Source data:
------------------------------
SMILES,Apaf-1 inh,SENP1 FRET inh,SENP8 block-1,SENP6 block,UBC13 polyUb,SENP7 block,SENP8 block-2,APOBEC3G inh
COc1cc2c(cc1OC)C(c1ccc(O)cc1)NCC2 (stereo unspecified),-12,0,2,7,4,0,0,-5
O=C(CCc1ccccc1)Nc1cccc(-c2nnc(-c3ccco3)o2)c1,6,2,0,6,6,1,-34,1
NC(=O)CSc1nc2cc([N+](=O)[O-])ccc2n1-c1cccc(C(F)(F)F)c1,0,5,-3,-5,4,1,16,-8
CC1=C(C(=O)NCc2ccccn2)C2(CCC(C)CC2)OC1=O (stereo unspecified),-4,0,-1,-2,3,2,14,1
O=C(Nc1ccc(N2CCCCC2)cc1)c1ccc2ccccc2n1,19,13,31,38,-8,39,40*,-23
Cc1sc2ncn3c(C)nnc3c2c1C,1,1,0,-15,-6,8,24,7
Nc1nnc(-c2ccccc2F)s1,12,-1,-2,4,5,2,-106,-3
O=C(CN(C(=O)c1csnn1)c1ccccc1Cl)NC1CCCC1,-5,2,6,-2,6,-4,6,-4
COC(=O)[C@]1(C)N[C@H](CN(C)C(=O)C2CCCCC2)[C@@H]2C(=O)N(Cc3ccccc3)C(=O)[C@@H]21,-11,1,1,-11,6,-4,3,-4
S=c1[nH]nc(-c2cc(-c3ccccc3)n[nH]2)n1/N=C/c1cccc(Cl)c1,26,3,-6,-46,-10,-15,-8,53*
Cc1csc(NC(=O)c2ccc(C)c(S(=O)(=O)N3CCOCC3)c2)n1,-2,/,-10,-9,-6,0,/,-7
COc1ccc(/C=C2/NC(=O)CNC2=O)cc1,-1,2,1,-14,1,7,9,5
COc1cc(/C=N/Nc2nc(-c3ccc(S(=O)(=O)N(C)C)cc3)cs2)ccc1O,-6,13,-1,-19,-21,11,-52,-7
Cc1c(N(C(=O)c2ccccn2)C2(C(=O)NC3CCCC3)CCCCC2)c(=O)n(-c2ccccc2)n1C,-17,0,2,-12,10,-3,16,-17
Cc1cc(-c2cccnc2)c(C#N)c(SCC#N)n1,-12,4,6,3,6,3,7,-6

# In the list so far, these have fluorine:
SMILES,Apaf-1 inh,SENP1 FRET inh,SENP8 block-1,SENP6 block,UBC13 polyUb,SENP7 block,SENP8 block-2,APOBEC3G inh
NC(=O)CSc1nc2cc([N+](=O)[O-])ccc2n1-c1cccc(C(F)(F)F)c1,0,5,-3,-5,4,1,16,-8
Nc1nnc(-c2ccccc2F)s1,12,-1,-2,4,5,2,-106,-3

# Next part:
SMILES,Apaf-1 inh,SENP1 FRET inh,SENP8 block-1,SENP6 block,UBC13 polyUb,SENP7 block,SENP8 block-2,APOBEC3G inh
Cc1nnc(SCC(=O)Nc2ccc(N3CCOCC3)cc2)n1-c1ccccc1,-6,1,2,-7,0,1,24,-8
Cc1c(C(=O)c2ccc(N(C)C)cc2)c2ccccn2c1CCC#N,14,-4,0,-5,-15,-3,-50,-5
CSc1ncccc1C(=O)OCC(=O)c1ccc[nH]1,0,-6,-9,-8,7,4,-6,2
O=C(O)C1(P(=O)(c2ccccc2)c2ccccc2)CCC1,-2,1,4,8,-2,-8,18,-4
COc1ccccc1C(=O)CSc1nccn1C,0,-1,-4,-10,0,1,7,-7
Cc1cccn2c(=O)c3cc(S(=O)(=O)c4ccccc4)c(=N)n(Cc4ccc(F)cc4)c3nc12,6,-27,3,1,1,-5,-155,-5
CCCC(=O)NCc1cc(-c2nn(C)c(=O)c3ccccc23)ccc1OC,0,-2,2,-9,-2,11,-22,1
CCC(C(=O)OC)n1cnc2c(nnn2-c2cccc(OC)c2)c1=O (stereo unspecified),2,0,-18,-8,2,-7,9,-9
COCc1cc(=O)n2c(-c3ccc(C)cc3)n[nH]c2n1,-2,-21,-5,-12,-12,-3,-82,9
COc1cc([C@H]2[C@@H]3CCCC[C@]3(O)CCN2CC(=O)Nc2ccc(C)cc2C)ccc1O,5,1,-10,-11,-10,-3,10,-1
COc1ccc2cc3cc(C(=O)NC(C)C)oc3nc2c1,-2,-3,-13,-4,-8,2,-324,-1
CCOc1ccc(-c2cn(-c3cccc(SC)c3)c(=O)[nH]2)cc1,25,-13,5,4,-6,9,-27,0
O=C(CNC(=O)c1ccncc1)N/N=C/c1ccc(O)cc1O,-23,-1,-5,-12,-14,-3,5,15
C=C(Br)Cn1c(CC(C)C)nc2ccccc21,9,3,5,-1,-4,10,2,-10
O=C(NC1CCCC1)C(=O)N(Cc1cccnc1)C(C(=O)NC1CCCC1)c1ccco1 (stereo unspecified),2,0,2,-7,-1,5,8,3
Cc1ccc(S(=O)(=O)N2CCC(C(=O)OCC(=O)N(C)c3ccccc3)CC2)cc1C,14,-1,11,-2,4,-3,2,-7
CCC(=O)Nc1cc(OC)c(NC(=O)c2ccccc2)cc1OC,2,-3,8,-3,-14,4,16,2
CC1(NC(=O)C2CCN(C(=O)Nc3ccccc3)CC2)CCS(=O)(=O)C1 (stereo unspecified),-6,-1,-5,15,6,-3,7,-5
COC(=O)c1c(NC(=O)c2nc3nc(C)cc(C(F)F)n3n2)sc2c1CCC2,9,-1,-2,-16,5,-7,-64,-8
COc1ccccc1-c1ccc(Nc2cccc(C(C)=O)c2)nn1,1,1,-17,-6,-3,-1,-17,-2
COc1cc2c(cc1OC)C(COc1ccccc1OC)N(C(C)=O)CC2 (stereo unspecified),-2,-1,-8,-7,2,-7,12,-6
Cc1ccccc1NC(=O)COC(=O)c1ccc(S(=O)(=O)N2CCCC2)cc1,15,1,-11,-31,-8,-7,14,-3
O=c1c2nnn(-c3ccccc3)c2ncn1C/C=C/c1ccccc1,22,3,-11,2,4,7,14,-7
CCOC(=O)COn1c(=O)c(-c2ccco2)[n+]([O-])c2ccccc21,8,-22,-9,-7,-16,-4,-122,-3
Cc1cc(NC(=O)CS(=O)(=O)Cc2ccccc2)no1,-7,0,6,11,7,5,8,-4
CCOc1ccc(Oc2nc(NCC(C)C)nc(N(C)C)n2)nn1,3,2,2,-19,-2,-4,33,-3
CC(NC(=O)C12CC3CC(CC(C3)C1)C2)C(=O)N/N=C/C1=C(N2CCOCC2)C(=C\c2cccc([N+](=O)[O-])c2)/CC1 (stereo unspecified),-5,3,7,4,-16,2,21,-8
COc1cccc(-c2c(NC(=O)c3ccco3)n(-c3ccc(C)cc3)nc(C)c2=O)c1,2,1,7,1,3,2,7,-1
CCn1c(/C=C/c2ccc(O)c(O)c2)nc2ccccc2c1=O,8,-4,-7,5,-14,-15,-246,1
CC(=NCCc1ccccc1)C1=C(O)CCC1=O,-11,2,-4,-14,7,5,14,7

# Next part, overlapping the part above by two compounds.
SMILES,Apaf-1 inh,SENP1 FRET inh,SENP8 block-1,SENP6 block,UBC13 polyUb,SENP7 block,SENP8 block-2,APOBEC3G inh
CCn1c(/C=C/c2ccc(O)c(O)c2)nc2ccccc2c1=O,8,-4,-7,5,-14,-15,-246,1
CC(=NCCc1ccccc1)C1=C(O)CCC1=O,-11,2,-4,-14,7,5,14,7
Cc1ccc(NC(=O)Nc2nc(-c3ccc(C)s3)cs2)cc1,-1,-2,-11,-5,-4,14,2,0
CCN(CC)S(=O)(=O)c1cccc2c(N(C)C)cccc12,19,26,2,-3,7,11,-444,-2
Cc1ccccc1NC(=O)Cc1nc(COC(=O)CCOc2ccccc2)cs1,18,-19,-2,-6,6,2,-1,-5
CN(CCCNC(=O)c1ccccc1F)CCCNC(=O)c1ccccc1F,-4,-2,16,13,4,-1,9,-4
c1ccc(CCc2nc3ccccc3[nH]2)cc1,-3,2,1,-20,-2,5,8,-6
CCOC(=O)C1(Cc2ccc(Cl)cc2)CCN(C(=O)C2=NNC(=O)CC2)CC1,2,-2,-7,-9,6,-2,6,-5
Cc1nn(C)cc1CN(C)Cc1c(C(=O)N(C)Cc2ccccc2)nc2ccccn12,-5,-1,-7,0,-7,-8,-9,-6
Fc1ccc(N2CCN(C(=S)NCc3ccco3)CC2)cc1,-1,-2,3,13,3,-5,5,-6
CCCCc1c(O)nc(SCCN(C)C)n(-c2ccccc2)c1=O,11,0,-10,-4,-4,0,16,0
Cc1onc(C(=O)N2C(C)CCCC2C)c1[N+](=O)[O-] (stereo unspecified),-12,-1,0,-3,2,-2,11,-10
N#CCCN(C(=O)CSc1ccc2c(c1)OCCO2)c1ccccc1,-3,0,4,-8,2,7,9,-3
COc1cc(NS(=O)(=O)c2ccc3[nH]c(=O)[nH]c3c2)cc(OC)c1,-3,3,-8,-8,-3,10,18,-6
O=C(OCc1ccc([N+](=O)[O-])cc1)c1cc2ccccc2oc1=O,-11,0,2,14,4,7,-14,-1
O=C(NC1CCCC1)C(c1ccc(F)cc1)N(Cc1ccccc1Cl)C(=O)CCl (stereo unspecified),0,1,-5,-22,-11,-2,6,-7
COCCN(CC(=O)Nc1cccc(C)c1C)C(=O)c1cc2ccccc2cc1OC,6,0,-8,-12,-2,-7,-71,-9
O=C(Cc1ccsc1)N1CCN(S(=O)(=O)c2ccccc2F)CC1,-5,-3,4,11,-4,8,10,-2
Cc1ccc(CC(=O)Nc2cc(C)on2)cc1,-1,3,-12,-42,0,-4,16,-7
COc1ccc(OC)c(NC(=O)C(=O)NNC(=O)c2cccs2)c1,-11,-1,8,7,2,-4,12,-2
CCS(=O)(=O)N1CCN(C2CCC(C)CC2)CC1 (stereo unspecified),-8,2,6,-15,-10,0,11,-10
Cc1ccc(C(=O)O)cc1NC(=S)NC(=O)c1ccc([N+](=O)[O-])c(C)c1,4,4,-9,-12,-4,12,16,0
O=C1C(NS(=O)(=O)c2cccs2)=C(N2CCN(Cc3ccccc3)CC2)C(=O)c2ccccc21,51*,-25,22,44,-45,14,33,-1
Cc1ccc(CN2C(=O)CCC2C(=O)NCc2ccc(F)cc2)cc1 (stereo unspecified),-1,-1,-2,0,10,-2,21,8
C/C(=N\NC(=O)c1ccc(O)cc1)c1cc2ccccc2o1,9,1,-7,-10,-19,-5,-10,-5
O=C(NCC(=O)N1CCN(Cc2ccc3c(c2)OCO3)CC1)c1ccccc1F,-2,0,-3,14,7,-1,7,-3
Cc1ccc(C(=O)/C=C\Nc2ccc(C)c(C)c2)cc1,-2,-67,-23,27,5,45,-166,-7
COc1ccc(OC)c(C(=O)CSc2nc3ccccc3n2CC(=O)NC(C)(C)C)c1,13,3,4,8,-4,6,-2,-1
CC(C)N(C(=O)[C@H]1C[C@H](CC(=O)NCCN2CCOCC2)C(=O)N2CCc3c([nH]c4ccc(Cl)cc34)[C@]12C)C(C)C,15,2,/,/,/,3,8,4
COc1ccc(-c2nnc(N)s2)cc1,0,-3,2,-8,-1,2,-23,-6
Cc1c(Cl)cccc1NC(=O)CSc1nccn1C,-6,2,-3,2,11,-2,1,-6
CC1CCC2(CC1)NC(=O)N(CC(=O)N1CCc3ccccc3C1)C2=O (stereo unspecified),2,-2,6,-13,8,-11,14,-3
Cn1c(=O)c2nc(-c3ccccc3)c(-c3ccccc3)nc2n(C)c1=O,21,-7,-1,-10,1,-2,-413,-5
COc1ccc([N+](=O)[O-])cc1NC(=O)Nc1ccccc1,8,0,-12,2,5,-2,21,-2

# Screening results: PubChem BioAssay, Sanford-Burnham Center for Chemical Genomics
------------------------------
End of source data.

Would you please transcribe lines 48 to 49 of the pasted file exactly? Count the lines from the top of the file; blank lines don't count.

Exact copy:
CCOc1ccc(Oc2nc(NCC(C)C)nc(N(C)C)n2)nn1,3,2,2,-19,-2,-4,33,-3
CC(NC(=O)C12CC3CC(CC(C3)C1)C2)C(=O)N/N=C/C1=C(N2CCOCC2)C(=C\c2cccc([N+](=O)[O-])c2)/CC1 (stereo unspecified),-5,3,7,4,-16,2,21,-8